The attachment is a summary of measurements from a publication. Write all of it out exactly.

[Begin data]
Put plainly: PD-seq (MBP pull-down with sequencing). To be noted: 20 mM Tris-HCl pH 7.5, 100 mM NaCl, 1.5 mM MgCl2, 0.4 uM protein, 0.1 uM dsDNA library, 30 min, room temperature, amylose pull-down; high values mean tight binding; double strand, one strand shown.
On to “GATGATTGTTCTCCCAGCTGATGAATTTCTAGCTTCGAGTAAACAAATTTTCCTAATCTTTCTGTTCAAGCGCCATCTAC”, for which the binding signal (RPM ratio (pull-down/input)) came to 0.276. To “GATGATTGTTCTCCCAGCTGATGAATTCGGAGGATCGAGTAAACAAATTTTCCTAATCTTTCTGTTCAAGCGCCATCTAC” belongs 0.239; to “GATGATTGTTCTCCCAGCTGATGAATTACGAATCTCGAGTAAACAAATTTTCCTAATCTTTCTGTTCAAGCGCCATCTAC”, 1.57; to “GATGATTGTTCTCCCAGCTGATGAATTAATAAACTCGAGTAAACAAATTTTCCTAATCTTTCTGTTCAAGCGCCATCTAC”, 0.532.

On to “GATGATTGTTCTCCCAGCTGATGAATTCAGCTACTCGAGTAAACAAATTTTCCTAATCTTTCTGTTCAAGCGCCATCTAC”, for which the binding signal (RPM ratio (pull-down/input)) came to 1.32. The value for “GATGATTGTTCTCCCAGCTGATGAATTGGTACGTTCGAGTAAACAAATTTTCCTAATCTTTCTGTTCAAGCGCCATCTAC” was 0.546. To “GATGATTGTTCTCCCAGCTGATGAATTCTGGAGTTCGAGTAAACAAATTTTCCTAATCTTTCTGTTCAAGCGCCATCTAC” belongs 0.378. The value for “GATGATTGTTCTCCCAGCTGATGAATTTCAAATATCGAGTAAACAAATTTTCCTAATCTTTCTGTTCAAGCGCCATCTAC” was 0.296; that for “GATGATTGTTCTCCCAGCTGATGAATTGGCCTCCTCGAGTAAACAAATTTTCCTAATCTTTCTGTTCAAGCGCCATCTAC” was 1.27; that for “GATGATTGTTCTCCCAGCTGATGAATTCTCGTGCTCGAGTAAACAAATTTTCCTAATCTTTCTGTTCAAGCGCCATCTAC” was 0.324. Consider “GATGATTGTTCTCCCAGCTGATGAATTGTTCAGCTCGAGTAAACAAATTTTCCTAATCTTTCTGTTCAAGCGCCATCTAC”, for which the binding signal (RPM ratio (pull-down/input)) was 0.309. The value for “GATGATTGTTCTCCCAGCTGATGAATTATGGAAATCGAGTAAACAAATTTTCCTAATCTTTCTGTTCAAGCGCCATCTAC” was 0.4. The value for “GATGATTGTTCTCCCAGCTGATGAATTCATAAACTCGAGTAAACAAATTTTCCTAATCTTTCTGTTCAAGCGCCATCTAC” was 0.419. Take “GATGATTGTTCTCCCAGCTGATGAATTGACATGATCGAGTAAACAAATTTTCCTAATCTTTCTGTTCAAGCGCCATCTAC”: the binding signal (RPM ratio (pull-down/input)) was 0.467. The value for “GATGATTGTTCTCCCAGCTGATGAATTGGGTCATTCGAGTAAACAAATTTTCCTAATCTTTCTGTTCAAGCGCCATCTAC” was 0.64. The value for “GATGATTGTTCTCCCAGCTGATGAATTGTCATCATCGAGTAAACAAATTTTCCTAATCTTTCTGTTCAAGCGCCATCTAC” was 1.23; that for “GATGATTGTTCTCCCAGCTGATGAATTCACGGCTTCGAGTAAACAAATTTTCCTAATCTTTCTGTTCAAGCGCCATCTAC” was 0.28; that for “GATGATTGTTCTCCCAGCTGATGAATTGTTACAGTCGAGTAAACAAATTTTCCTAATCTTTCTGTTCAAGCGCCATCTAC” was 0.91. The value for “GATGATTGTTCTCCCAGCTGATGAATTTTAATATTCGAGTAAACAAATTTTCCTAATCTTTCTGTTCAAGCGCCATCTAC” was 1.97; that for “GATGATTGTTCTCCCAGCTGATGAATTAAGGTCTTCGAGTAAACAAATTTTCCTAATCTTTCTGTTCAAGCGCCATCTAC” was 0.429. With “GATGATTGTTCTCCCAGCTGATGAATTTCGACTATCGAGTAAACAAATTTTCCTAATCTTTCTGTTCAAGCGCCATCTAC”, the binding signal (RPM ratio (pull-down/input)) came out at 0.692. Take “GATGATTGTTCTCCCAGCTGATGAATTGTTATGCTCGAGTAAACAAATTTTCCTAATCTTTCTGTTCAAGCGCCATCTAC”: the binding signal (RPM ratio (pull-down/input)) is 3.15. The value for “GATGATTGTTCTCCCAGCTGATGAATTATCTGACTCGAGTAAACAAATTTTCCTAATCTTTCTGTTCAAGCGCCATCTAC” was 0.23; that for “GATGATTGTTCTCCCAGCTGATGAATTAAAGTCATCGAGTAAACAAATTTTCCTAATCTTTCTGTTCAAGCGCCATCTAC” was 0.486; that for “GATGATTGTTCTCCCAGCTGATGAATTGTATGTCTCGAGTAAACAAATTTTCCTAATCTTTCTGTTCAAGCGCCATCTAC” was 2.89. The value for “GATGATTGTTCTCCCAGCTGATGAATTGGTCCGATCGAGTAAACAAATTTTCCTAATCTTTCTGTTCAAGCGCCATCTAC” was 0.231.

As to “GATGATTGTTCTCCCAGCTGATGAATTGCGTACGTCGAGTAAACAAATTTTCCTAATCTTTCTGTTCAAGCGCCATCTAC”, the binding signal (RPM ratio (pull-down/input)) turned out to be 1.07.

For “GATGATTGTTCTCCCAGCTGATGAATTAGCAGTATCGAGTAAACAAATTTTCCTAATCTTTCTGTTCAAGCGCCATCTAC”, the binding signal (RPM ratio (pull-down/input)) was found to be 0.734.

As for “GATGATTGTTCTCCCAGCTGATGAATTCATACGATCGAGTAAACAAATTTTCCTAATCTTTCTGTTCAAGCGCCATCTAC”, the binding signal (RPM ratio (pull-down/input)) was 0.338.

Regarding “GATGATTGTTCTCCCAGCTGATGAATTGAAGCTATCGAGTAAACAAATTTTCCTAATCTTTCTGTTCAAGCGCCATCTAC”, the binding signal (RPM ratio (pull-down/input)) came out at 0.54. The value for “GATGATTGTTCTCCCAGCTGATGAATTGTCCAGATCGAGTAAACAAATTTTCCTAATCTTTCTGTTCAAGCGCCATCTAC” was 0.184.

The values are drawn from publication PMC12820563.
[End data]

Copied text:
Put plainly: PD-seq (MBP pull-down with sequencing). To be noted: 20 mM Tris-HCl pH 7.5, 100 mM NaCl, 1.5 mM MgCl2, 0.4 uM protein, 0.1 uM dsDNA library, 30 min, room temperature, amylose pull-down; high values mean tight binding; double strand, one strand shown.
On to “GATGATTGTTCTCCCAGCTGATGAATTTCTAGCTTCGAGTAAACAAATTTTCCTAATCTTTCTGTTCAAGCGCCATCTAC”, for which the binding signal (RPM ratio (pull-down/input)) came to 0.276. To “GATGATTGTTCTCCCAGCTGATGAATTCGGAGGATCGAGTAAACAAATTTTCCTAATCTTTCTGTTCAAGCGCCATCTAC” belongs 0.239; to “GATGATTGTTCTCCCAGCTGATGAATTACGAATCTCGAGTAAACAAATTTTCCTAATCTTTCTGTTCAAGCGCCATCTAC”, 1.57; to “GATGATTGTTCTCCCAGCTGATGAATTAATAAACTCGAGTAAACAAATTTTCCTAATCTTTCTGTTCAAGCGCCATCTAC”, 0.532.

On to “GATGATTGTTCTCCCAGCTGATGAATTCAGCTACTCGAGTAAACAAATTTTCCTAATCTTTCTGTTCAAGCGCCATCTAC”, for which the binding signal (RPM ratio (pull-down/input)) came to 1.32. The value for “GATGATTGTTCTCCCAGCTGATGAATTGGTACGTTCGAGTAAACAAATTTTCCTAATCTTTCTGTTCAAGCGCCATCTAC” was 0.546. To “GATGATTGTTCTCCCAGCTGATGAATTCTGGAGTTCGAGTAAACAAATTTTCCTAATCTTTCTGTTCAAGCGCCATCTAC” belongs 0.378. The value for “GATGATTGTTCTCCCAGCTGATGAATTTCAAATATCGAGTAAACAAATTTTCCTAATCTTTCTGTTCAAGCGCCATCTAC” was 0.296; that for “GATGATTGTTCTCCCAGCTGATGAATTGGCCTCCTCGAGTAAACAAATTTTCCTAATCTTTCTGTTCAAGCGCCATCTAC” was 1.27; that for “GATGATTGTTCTCCCAGCTGATGAATTCTCGTGCTCGAGTAAACAAATTTTCCTAATCTTTCTGTTCAAGCGCCATCTAC” was 0.324. Consider “GATGATTGTTCTCCCAGCTGATGAATTGTTCAGCTCGAGTAAACAAATTTTCCTAATCTTTCTGTTCAAGCGCCATCTAC”, for which the binding signal (RPM ratio (pull-down/input)) was 0.309. The value for “GATGATTGTTCTCCCAGCTGATGAATTATGGAAATCGAGTAAACAAATTTTCCTAATCTTTCTGTTCAAGCGCCATCTAC” was 0.4. The value for “GATGATTGTTCTCCCAGCTGATGAATTCATAAACTCGAGTAAACAAATTTTCCTAATCTTTCTGTTCAAGCGCCATCTAC” was 0.419. Take “GATGATTGTTCTCCCAGCTGATGAATTGACATGATCGAGTAAACAAATTTTCCTAATCTTTCTGTTCAAGCGCCATCTAC”: the binding signal (RPM ratio (pull-down/input)) was 0.467. The value for “GATGATTGTTCTCCCAGCTGATGAATTGGGTCATTCGAGTAAACAAATTTTCCTAATCTTTCTGTTCAAGCGCCATCTAC” was 0.64. The value for “GATGATTGTTCTCCCAGCTGATGAATTGTCATCATCGAGTAAACAAATTTTCCTAATCTTTCTGTTCAAGCGCCATCTAC” was 1.23; that for “GATGATTGTTCTCCCAGCTGATGAATTCACGGCTTCGAGTAAACAAATTTTCCTAATCTTTCTGTTCAAGCGCCATCTAC” was 0.28; that for “GATGATTGTTCTCCCAGCTGATGAATTGTTACAGTCGAGTAAACAAATTTTCCTAATCTTTCTGTTCAAGCGCCATCTAC” was 0.91. The value for “GATGATTGTTCTCCCAGCTGATGAATTTTAATATTCGAGTAAACAAATTTTCCTAATCTTTCTGTTCAAGCGCCATCTAC” was 1.97; that for “GATGATTGTTCTCCCAGCTGATGAATTAAGGTCTTCGAGTAAACAAATTTTCCTAATCTTTCTGTTCAAGCGCCATCTAC” was 0.429. With “GATGATTGTTCTCCCAGCTGATGAATTTCGACTATCGAGTAAACAAATTTTCCTAATCTTTCTGTTCAAGCGCCATCTAC”, the binding signal (RPM ratio (pull-down/input)) came out at 0.692. Take “GATGATTGTTCTCCCAGCTGATGAATTGTTATGCTCGAGTAAACAAATTTTCCTAATCTTTCTGTTCAAGCGCCATCTAC”: the binding signal (RPM ratio (pull-down/input)) is 3.15. The value for “GATGATTGTTCTCCCAGCTGATGAATTATCTGACTCGAGTAAACAAATTTTCCTAATCTTTCTGTTCAAGCGCCATCTAC” was 0.23; that for “GATGATTGTTCTCCCAGCTGATGAATTAAAGTCATCGAGTAAACAAATTTTCCTAATCTTTCTGTTCAAGCGCCATCTAC” was 0.486; that for “GATGATTGTTCTCCCAGCTGATGAATTGTATGTCTCGAGTAAACAAATTTTCCTAATCTTTCTGTTCAAGCGCCATCTAC” was 2.89. The value for “GATGATTGTTCTCCCAGCTGATGAATTGGTCCGATCGAGTAAACAAATTTTCCTAATCTTTCTGTTCAAGCGCCATCTAC” was 0.231.

As to “GATGATTGTTCTCCCAGCTGATGAATTGCGTACGTCGAGTAAACAAATTTTCCTAATCTTTCTGTTCAAGCGCCATCTAC”, the binding signal (RPM ratio (pull-down/input)) turned out to be 1.07.

For “GATGATTGTTCTCCCAGCTGATGAATTAGCAGTATCGAGTAAACAAATTTTCCTAATCTTTCTGTTCAAGCGCCATCTAC”, the binding signal (RPM ratio (pull-down/input)) was found to be 0.734.

As for “GATGATTGTTCTCCCAGCTGATGAATTCATACGATCGAGTAAACAAATTTTCCTAATCTTTCTGTTCAAGCGCCATCTAC”, the binding signal (RPM ratio (pull-down/input)) was 0.338.

Regarding “GATGATTGTTCTCCCAGCTGATGAATTGAAGCTATCGAGTAAACAAATTTTCCTAATCTTTCTGTTCAAGCGCCATCTAC”, the binding signal (RPM ratio (pull-down/input)) came out at 0.54. The value for “GATGATTGTTCTCCCAGCTGATGAATTGTCCAGATCGAGTAAACAAATTTTCCTAATCTTTCTGTTCAAGCGCCATCTAC” was 0.184.

The values are drawn from publication PMC12820563.